Radical access: the future of access in the arts

Stellar thinkers and doers gather to consider radical access and the future of an inclusive arts industry.
A clock face that is warping and dissolving on the right into its dark background.

It was the great imaginist Albert Einstein, who suggested time and space were intertwined in an infinite fabric stretching across the universe, curving stylishly around every planetary body and embracing all matter with a snuggly hug.

Apart from rock star creative thinking, astrophysics and inclusive arts have two other things in common – time and space. Except ours is a weighted blanket and the bodies are those of d/Deaf and Disabled arts practitioners, philosophers and paying guests. Disabled arts leaders pretty much agree that time and space are the fundamental markers essential for us to do our job well. No one in astrophysics believes in a flat earth, yet society still expects Disabled people to operate on an abled linear.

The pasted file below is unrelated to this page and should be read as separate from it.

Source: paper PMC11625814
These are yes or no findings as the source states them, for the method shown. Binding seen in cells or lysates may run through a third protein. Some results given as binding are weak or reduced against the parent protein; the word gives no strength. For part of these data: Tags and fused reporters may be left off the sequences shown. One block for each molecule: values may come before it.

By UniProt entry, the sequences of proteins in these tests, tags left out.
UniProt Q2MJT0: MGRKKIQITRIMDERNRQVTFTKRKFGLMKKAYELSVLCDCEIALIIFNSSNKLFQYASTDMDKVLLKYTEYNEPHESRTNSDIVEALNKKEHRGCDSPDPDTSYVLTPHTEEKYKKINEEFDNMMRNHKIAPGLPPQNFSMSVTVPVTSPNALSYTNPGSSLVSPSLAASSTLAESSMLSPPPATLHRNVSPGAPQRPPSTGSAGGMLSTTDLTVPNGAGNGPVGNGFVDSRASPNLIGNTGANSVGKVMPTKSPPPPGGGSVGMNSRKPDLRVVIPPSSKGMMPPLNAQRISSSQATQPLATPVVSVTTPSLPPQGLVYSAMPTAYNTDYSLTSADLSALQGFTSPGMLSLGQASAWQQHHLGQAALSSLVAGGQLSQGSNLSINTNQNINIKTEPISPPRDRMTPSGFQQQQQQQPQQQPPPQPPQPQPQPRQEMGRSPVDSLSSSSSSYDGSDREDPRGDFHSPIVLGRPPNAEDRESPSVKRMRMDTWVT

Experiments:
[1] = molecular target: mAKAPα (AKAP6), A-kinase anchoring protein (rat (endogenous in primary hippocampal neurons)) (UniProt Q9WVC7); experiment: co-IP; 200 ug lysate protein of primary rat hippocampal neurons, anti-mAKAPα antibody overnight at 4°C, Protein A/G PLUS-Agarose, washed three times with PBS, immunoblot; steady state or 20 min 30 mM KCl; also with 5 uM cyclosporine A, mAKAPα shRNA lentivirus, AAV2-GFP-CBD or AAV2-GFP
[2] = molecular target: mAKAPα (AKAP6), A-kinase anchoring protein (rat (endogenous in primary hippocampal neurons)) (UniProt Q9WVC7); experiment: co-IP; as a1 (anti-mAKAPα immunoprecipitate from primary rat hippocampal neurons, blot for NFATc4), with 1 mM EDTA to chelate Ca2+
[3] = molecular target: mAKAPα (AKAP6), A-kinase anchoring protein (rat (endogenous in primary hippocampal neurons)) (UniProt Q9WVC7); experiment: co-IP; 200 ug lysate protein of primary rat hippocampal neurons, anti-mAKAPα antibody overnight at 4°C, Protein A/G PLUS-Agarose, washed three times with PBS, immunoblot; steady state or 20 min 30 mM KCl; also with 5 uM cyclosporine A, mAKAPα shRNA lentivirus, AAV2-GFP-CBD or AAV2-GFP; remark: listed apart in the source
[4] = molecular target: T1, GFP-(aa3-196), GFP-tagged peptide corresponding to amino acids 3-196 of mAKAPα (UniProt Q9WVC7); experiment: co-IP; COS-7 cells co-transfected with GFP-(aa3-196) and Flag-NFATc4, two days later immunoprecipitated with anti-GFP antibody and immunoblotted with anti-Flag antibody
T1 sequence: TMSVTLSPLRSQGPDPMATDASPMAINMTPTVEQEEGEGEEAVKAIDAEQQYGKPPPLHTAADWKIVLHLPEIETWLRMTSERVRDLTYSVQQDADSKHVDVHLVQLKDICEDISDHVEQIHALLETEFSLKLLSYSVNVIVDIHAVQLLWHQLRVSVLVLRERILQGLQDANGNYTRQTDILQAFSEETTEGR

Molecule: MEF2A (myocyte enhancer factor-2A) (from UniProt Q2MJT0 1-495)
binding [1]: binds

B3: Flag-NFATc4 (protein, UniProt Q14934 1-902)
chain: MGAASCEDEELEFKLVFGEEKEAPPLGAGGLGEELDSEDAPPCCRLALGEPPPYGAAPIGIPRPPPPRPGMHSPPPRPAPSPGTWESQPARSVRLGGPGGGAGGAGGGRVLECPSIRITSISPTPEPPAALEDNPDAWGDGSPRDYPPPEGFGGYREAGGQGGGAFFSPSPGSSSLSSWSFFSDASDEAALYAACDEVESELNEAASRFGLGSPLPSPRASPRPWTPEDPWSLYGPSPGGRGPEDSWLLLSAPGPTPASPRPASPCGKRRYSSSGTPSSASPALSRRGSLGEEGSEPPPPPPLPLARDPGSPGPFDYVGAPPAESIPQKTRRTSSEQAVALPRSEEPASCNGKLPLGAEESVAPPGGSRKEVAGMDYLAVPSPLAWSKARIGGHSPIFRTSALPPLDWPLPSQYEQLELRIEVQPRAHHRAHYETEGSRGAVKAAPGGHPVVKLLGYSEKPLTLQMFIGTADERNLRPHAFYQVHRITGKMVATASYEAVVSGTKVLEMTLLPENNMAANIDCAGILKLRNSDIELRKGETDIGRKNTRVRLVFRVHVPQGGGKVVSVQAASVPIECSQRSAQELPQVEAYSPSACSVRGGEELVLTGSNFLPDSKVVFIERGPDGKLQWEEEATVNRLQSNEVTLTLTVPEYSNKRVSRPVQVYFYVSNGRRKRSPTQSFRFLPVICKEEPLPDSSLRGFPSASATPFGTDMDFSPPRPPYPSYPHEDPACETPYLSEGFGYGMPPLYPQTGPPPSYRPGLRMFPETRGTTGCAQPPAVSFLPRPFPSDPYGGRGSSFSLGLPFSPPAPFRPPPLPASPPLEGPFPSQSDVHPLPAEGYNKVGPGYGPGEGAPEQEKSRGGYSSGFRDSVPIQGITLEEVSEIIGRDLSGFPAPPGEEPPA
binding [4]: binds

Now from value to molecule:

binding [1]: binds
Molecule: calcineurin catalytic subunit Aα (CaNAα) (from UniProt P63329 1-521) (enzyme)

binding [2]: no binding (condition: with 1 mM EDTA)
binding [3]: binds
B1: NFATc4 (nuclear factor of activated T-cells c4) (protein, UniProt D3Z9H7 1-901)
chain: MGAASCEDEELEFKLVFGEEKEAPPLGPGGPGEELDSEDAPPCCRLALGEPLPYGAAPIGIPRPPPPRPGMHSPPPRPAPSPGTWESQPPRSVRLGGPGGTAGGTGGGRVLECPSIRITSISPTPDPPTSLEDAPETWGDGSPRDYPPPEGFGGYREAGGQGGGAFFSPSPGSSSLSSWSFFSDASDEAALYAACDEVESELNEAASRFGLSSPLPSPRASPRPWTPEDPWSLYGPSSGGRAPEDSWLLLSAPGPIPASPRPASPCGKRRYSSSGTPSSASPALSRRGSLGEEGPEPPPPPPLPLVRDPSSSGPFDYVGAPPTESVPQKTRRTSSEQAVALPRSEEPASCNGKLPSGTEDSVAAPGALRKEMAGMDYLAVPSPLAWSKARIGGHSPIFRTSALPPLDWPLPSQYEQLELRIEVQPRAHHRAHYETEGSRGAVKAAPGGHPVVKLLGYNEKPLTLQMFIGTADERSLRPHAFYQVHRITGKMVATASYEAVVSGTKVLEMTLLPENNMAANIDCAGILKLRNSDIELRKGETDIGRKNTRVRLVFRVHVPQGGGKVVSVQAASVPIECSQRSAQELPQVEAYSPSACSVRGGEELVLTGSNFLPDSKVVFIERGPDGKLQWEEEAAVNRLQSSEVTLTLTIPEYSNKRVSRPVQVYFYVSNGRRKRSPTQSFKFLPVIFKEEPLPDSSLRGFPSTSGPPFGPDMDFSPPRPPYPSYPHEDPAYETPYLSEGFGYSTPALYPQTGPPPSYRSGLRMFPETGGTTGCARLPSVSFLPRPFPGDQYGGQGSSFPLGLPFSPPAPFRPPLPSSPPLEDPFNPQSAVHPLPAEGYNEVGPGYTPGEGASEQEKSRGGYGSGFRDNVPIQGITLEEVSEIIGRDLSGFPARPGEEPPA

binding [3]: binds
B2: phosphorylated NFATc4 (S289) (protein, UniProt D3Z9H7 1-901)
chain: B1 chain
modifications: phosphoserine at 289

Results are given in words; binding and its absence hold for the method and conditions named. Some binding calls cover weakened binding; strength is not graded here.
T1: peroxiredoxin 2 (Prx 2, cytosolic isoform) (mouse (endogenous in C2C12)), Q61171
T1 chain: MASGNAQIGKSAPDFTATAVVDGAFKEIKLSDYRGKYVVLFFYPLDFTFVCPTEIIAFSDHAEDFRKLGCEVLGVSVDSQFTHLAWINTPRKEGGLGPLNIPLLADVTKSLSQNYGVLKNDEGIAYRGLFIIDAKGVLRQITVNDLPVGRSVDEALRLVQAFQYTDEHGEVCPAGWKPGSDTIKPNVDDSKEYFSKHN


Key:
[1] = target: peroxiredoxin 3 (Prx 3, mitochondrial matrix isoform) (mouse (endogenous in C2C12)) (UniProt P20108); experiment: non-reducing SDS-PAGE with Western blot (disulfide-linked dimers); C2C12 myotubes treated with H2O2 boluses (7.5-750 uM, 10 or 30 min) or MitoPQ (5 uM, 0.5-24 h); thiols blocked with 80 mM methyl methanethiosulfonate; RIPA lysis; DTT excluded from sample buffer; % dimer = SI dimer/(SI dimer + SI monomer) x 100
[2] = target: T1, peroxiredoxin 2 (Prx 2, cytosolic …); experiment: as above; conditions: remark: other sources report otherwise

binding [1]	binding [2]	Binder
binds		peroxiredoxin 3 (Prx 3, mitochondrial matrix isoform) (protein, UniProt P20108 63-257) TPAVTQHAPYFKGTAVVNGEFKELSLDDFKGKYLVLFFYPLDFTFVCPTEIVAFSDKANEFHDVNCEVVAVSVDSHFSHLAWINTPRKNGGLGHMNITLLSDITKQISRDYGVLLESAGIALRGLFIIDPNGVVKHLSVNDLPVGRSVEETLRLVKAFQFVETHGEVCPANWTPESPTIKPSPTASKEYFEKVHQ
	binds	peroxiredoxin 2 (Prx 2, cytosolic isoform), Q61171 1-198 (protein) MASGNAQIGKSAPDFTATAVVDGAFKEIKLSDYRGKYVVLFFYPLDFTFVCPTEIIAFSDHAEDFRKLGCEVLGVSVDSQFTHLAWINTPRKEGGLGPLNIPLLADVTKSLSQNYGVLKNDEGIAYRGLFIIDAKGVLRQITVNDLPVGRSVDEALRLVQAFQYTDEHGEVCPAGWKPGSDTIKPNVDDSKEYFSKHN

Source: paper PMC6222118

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Heidi Everett is a writer, multi-disciplinary artist and performer, independent producer, mental health and neurodivergent Lived Experience advocate. She founded and directs Schizy Inc, one of Australia's most established disability-led arts organisations for people with complex mental health. Heidi is a Writers Victoria Write-ability fellowship alumni, with a memoir 'My Friend Fox' published by Ultimo Press. Heidi's work in the arts and advocacy include Victoria Government Disability Award Volunteer and Victorian Mental Illness Awareness Council Human RIghts award, as well as industry recognition in music, comedy, visual art and theatre.